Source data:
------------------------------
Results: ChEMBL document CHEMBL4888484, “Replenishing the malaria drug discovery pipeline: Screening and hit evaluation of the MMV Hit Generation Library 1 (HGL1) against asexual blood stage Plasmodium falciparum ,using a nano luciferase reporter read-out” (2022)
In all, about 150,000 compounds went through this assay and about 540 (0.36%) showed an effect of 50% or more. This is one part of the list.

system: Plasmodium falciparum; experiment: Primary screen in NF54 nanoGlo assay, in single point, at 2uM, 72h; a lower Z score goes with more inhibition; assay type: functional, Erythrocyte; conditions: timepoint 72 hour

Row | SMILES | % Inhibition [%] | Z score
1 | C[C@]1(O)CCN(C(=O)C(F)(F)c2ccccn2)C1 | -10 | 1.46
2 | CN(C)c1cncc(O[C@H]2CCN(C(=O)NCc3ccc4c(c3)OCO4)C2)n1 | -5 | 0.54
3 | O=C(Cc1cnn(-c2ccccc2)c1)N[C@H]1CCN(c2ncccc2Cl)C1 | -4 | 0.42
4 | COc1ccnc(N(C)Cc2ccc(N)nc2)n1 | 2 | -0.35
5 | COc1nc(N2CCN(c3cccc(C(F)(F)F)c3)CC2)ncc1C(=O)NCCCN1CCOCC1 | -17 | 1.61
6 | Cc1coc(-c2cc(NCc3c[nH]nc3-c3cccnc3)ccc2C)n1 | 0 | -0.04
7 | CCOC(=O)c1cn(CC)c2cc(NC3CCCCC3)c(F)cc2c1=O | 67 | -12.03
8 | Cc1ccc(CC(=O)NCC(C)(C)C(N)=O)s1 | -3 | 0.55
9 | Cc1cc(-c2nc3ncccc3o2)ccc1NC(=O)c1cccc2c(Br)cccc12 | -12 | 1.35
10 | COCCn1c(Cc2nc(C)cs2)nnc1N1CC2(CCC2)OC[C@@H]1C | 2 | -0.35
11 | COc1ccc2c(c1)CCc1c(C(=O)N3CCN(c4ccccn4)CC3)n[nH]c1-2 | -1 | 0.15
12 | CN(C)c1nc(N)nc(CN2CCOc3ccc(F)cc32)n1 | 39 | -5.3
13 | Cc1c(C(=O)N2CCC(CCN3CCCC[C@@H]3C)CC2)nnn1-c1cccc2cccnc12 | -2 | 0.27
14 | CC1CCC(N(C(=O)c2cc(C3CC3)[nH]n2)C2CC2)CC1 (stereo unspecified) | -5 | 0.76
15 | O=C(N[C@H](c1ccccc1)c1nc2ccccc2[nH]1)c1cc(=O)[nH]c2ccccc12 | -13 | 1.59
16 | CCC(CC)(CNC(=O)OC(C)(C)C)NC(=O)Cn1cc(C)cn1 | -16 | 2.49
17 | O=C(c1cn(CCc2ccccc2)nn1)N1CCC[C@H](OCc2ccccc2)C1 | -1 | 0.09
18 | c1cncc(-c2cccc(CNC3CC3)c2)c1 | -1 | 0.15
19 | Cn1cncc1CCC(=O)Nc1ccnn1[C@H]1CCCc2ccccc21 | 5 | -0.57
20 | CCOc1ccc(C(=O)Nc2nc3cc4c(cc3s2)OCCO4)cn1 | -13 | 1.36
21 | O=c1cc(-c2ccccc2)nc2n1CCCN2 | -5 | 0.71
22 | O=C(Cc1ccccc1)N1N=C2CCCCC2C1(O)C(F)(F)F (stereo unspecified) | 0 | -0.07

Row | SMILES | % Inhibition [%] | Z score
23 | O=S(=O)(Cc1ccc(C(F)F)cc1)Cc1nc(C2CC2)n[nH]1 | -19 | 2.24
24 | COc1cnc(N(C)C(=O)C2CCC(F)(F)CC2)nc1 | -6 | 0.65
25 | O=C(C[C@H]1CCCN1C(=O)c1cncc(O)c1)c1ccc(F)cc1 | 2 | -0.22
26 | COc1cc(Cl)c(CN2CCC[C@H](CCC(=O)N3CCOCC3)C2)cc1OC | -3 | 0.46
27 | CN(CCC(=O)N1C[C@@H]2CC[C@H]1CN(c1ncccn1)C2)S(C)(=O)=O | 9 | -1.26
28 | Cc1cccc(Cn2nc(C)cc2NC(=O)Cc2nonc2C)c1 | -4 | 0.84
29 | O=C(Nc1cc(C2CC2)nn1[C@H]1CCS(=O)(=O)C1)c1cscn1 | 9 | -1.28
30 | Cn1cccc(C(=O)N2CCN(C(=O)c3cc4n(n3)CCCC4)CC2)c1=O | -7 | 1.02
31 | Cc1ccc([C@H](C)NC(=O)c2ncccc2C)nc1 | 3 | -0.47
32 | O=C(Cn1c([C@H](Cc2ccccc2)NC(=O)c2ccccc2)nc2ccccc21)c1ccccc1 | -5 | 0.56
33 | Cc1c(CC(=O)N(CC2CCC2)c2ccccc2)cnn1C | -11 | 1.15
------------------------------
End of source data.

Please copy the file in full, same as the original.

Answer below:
Results: ChEMBL document CHEMBL4888484, “Replenishing the malaria drug discovery pipeline: Screening and hit evaluation of the MMV Hit Generation Library 1 (HGL1) against asexual blood stage Plasmodium falciparum ,using a nano luciferase reporter read-out” (2022)
In all, about 150,000 compounds went through this assay and about 540 (0.36%) showed an effect of 50% or more. This is one part of the list.

system: Plasmodium falciparum; experiment: Primary screen in NF54 nanoGlo assay, in single point, at 2uM, 72h; a lower Z score goes with more inhibition; assay type: functional, Erythrocyte; conditions: timepoint 72 hour

Row | SMILES | % Inhibition [%] | Z score
1 | C[C@]1(O)CCN(C(=O)C(F)(F)c2ccccn2)C1 | -10 | 1.46
2 | CN(C)c1cncc(O[C@H]2CCN(C(=O)NCc3ccc4c(c3)OCO4)C2)n1 | -5 | 0.54
3 | O=C(Cc1cnn(-c2ccccc2)c1)N[C@H]1CCN(c2ncccc2Cl)C1 | -4 | 0.42
4 | COc1ccnc(N(C)Cc2ccc(N)nc2)n1 | 2 | -0.35
5 | COc1nc(N2CCN(c3cccc(C(F)(F)F)c3)CC2)ncc1C(=O)NCCCN1CCOCC1 | -17 | 1.61
6 | Cc1coc(-c2cc(NCc3c[nH]nc3-c3cccnc3)ccc2C)n1 | 0 | -0.04
7 | CCOC(=O)c1cn(CC)c2cc(NC3CCCCC3)c(F)cc2c1=O | 67 | -12.03
8 | Cc1ccc(CC(=O)NCC(C)(C)C(N)=O)s1 | -3 | 0.55
9 | Cc1cc(-c2nc3ncccc3o2)ccc1NC(=O)c1cccc2c(Br)cccc12 | -12 | 1.35
10 | COCCn1c(Cc2nc(C)cs2)nnc1N1CC2(CCC2)OC[C@@H]1C | 2 | -0.35
11 | COc1ccc2c(c1)CCc1c(C(=O)N3CCN(c4ccccn4)CC3)n[nH]c1-2 | -1 | 0.15
12 | CN(C)c1nc(N)nc(CN2CCOc3ccc(F)cc32)n1 | 39 | -5.3
13 | Cc1c(C(=O)N2CCC(CCN3CCCC[C@@H]3C)CC2)nnn1-c1cccc2cccnc12 | -2 | 0.27
14 | CC1CCC(N(C(=O)c2cc(C3CC3)[nH]n2)C2CC2)CC1 (stereo unspecified) | -5 | 0.76
15 | O=C(N[C@H](c1ccccc1)c1nc2ccccc2[nH]1)c1cc(=O)[nH]c2ccccc12 | -13 | 1.59
16 | CCC(CC)(CNC(=O)OC(C)(C)C)NC(=O)Cn1cc(C)cn1 | -16 | 2.49
17 | O=C(c1cn(CCc2ccccc2)nn1)N1CCC[C@H](OCc2ccccc2)C1 | -1 | 0.09
18 | c1cncc(-c2cccc(CNC3CC3)c2)c1 | -1 | 0.15
19 | Cn1cncc1CCC(=O)Nc1ccnn1[C@H]1CCCc2ccccc21 | 5 | -0.57
20 | CCOc1ccc(C(=O)Nc2nc3cc4c(cc3s2)OCCO4)cn1 | -13 | 1.36
21 | O=c1cc(-c2ccccc2)nc2n1CCCN2 | -5 | 0.71
22 | O=C(Cc1ccccc1)N1N=C2CCCCC2C1(O)C(F)(F)F (stereo unspecified) | 0 | -0.07

Row | SMILES | % Inhibition [%] | Z score
23 | O=S(=O)(Cc1ccc(C(F)F)cc1)Cc1nc(C2CC2)n[nH]1 | -19 | 2.24
24 | COc1cnc(N(C)C(=O)C2CCC(F)(F)CC2)nc1 | -6 | 0.65
25 | O=C(C[C@H]1CCCN1C(=O)c1cncc(O)c1)c1ccc(F)cc1 | 2 | -0.22
26 | COc1cc(Cl)c(CN2CCC[C@H](CCC(=O)N3CCOCC3)C2)cc1OC | -3 | 0.46
27 | CN(CCC(=O)N1C[C@@H]2CC[C@H]1CN(c1ncccn1)C2)S(C)(=O)=O | 9 | -1.26
28 | Cc1cccc(Cn2nc(C)cc2NC(=O)Cc2nonc2C)c1 | -4 | 0.84
29 | O=C(Nc1cc(C2CC2)nn1[C@H]1CCS(=O)(=O)C1)c1cscn1 | 9 | -1.28
30 | Cn1cccc(C(=O)N2CCN(C(=O)c3cc4n(n3)CCCC4)CC2)c1=O | -7 | 1.02
31 | Cc1ccc([C@H](C)NC(=O)c2ncccc2C)nc1 | 3 | -0.47
32 | O=C(Cn1c([C@H](Cc2ccccc2)NC(=O)c2ccccc2)nc2ccccc21)c1ccccc1 | -5 | 0.56
33 | Cc1c(CC(=O)N(CC2CCC2)c2ccccc2)cnn1C | -11 | 1.15